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CTV Toronto Logistics of legalized marijuana

John Musselman reports on what the federal government’s promise to legalize marijuana could mean for Toronto.

Video source Pot TV

Video source CTV News Toronto


LCBO should have marijuana monopoly, too: Union

Government-run weed stores are not necessary, reply marijuana advocates, after OPSEU boss suggests keeping it in state hands following legalization.

By: Torstar News Service Published on Tue Nov 24 2015

Stocking weed alongside wine at the LCBO is the best way to protect public health, say addiction experts. But for marijuana advocates it’s more of the same prohibition.

In a statement released Monday, the union representing LCBO workers said the provincially owned stores are the ideal place to sell marijuana, should the federal government legalize it.

“If they do legalize it, then it’s a drug,” Warren (Smokey) Thomas told Torstar. “So we think that, like alcohol, it should be controlled.”

Thomas, president of the Ontario Public Service Employees Union, said secure warehouses and staff trained to check ages are some of the reasons the LCBO should be the sole source of legal pot in the province, as it is with most alcohol.

The scheme would also generate revenue for the government to combat the potential social costs. But marijuana advocates say those social costs and the spectre of public danger are overblown, and government-run sales would continue a prohibitionist regulatory approach.

“Our view of course has always been that marijuana is one of the safest drugs. It’s not any worse, slightly better, than coffee,” said Blair Longley, the leader of the federal Marijuana Party.

Prime Minister Justin Trudeau’s Liberals won this fall’s election with an campaign platform promising to “legalize, regulate, and restrict access to marijuana.” However, Longley maintains the drug should be proportionately restricted based on its danger. So ideally, he said, anyone should be free to grow and use the plant how she wishes with the informed consent as to any danger.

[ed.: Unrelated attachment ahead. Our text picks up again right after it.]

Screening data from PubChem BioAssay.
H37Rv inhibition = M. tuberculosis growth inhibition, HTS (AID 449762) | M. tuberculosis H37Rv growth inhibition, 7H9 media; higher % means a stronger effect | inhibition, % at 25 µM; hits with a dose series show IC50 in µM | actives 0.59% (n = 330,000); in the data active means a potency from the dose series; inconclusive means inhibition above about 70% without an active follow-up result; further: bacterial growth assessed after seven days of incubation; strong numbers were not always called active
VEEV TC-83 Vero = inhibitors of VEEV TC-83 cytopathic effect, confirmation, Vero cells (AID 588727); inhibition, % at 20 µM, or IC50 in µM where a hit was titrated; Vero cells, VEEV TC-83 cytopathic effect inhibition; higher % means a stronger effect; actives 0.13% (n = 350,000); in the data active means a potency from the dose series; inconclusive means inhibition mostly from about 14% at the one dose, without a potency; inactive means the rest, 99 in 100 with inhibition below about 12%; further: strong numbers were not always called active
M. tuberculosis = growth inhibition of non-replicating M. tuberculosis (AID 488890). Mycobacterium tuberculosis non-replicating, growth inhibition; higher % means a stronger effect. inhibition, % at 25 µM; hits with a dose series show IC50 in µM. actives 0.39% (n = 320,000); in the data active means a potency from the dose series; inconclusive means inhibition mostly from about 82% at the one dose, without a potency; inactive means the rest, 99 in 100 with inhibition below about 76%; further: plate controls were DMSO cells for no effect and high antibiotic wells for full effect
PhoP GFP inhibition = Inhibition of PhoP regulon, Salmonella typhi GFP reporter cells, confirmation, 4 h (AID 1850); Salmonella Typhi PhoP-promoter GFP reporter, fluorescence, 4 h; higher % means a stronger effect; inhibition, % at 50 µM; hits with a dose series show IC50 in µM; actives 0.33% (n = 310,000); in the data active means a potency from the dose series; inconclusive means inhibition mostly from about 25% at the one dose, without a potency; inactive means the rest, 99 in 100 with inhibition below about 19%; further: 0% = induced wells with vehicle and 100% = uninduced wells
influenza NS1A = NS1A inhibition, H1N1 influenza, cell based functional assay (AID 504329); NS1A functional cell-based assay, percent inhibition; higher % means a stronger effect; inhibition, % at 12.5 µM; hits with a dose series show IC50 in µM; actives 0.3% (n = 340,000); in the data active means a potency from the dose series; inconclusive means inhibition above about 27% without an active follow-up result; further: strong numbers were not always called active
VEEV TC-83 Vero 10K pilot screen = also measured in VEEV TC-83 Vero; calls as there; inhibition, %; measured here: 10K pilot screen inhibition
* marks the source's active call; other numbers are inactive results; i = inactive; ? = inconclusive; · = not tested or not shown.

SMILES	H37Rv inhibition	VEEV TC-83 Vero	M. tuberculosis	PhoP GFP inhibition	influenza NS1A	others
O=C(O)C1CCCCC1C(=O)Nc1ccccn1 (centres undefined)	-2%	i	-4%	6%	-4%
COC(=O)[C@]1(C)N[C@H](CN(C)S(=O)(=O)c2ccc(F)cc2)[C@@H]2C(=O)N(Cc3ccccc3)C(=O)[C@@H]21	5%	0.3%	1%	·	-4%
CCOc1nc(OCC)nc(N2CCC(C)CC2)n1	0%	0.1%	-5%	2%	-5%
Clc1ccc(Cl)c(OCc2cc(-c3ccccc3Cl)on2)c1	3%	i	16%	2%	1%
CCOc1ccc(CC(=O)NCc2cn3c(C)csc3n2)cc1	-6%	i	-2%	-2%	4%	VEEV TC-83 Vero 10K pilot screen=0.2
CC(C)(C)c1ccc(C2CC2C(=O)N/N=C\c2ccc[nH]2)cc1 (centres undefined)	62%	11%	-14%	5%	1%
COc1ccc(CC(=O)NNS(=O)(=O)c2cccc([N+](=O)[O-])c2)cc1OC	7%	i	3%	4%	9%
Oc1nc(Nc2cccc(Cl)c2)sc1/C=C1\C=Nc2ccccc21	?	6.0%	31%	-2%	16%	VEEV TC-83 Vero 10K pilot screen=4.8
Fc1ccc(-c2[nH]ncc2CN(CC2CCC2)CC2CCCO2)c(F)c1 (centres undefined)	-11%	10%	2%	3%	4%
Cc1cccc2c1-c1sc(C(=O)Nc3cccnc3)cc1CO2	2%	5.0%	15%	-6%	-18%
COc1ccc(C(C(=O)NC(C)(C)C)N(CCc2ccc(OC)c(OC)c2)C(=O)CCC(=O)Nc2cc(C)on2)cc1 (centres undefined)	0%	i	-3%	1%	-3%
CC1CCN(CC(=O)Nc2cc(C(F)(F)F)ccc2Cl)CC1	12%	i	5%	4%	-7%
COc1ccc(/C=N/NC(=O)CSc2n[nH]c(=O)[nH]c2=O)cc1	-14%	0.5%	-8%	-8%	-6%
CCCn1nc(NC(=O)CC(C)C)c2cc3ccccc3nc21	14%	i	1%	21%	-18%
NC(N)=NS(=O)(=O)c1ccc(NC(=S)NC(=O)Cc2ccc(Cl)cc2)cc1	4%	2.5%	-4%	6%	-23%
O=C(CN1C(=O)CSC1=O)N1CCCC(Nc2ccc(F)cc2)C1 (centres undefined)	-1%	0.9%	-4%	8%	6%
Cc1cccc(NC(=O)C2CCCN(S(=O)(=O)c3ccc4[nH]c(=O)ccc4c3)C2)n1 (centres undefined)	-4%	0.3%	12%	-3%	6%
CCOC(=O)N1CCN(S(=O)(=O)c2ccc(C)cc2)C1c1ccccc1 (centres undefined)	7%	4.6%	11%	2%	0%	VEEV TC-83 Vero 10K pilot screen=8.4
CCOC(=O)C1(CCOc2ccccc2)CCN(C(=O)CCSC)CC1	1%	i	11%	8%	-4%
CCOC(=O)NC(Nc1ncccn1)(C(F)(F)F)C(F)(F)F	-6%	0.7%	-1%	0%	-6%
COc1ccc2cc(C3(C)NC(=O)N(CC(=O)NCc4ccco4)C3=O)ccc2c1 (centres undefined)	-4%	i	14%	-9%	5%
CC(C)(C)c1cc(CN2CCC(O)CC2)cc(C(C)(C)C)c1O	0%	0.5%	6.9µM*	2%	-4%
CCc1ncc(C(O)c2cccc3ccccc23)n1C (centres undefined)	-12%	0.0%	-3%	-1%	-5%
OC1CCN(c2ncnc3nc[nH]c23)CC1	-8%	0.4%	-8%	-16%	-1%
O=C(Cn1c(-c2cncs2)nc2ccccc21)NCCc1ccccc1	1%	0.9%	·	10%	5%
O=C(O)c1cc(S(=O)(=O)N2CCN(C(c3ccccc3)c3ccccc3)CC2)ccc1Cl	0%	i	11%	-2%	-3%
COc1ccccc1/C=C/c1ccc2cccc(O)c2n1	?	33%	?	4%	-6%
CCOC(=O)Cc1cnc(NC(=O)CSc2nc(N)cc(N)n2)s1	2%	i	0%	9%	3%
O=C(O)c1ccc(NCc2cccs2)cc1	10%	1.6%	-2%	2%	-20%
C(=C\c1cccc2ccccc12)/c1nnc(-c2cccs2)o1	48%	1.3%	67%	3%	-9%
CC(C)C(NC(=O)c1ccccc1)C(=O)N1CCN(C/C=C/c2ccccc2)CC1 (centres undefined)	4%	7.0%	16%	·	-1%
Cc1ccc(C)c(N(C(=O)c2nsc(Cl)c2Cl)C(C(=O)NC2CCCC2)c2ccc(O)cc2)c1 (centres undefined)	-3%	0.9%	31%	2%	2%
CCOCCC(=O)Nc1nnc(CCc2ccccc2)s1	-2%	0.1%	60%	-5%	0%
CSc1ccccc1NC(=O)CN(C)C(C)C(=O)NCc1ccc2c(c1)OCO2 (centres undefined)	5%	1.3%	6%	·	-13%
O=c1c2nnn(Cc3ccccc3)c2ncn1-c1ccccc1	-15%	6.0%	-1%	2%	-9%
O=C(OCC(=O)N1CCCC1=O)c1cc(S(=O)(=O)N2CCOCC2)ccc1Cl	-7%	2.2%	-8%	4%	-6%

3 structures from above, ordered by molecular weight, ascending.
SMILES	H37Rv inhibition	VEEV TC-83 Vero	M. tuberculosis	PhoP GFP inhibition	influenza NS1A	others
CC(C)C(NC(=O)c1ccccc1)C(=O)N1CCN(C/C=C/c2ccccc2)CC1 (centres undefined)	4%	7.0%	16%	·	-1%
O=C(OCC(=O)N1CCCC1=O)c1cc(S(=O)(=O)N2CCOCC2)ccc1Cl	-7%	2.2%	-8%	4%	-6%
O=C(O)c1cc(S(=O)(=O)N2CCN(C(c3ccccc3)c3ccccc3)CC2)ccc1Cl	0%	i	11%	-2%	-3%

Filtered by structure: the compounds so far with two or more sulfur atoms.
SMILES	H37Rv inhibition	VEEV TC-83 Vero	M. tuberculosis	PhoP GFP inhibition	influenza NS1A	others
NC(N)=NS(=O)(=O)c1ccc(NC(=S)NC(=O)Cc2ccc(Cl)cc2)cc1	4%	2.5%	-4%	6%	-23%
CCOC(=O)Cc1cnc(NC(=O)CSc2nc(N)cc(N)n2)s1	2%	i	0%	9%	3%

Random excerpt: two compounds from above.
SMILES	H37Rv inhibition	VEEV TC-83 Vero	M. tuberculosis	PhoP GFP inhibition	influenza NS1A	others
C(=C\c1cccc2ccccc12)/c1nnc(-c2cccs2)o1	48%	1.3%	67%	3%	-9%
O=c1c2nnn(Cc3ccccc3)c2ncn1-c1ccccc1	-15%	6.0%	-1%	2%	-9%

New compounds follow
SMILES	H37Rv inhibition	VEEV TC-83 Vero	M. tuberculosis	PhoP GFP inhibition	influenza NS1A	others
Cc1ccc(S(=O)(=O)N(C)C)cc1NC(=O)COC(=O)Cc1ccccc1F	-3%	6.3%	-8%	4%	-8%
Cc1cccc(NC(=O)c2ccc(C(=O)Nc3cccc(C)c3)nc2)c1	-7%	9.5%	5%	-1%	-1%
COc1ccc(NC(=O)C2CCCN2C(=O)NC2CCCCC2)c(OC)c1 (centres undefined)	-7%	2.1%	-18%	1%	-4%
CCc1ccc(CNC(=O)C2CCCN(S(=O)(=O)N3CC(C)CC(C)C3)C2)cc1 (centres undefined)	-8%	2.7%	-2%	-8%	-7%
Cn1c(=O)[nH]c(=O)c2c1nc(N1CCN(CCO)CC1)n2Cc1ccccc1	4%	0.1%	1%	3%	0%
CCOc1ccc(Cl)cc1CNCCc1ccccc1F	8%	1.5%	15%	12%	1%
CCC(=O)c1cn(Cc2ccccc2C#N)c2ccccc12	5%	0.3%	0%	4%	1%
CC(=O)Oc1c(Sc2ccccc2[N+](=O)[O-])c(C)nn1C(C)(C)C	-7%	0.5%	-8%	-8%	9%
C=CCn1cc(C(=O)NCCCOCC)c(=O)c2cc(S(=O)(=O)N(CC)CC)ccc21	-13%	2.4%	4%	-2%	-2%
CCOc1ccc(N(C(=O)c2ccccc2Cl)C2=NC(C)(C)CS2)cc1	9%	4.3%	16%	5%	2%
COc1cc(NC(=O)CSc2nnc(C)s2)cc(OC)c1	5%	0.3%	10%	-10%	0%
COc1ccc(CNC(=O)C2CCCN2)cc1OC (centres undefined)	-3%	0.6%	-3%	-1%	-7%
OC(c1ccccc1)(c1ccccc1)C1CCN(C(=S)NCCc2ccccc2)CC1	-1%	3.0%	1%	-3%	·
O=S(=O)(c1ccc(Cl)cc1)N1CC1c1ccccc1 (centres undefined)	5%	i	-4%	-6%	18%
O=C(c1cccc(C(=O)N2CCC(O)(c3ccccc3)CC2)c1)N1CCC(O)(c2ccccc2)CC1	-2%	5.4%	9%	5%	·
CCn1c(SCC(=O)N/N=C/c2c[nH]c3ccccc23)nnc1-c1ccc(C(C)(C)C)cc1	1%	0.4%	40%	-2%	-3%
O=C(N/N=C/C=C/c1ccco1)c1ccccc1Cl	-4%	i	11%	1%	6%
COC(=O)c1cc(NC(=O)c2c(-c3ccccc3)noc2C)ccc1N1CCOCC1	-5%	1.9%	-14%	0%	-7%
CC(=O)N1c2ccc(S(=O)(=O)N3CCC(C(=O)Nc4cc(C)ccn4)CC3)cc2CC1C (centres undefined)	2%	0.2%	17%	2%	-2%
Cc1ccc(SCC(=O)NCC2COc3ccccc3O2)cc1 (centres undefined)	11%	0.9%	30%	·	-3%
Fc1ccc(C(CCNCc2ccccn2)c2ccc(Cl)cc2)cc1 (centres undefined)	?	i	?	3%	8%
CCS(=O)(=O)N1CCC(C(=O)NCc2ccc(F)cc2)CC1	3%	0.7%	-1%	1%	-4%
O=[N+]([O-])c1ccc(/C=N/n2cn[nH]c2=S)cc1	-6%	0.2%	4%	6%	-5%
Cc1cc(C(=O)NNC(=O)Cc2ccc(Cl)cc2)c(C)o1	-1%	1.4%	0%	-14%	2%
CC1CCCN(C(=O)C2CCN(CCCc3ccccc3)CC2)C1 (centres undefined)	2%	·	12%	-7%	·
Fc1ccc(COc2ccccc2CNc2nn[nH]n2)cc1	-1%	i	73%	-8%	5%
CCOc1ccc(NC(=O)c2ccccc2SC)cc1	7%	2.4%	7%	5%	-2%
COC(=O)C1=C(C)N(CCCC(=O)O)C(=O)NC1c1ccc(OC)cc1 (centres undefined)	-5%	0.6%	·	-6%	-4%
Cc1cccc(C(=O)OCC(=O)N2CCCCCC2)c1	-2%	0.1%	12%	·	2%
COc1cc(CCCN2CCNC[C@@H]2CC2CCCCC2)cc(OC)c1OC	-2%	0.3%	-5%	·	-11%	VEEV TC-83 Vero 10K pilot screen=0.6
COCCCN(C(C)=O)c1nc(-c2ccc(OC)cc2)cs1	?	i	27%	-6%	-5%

Hugo St-Onge, leader of Quebec’s Bloc Pot party agrees that government stores are not the way forward.

“We need to stop comparing marijuana to alcohol,” he said. “Marijuana should have its own model, its own system.”

He prefers a food-model regulatory system, with sales done in a similar fashion to Amsterdam’s cafés.

Dr. Benedikt Fischer is a senior scientist in the social and epidemiological research department at CAMH. The organization released a legalization framework in 2014 that called for a government monopoly on marijuana sales and distribution.

“We believe that it’s the safest and most predictable system that will work toward the interests of public health,” Fischer told the Star.

He added government control is needed to keep private interests at bay.

When it comes to alcohol sales, commercialization associated with private sales “is associated with increases in levels of use” according to Rebecca Jesseman with the Canadian Centre on Substance Abuse (CCSA).

“Cannabis is not a benign substance,” said Jesseman, a senior policy adviser. “We want to make sure any regulatory approach we take is evidence-based and is implemented in such a way as to reduce the risks and harms associated with use.”

Thomas conceded there’s “a million questions to answer” about legalizing marijuana and he’d like to see all experts at the table. “I’ll make sure our union is part of that debate, because I think we’ve got something to offer.”

Provincial Finance Minister Charles Sousa told reporters Monday that with the feds just starting the process, the discussion was premature at Queen’s Park. “But we are of course willing to participate in those discussions moving forward,” Sousa said.

For its part, the Liquor Control Board of Ontario said in an emailed statement that any decisions would follow an official decision from both levels of government and it is not making any pitch on its own accord.

“Nonmedicinal marijuana is not currently legally sold and it would be up to federal authorities to decriminalize recreational marijuana. Should that occur LCBO would take direction from the provincial government as to any role for LCBO in the retailing of such,” said LCBO spokesperson Keeley Rogers.

Article source Metro Toronto

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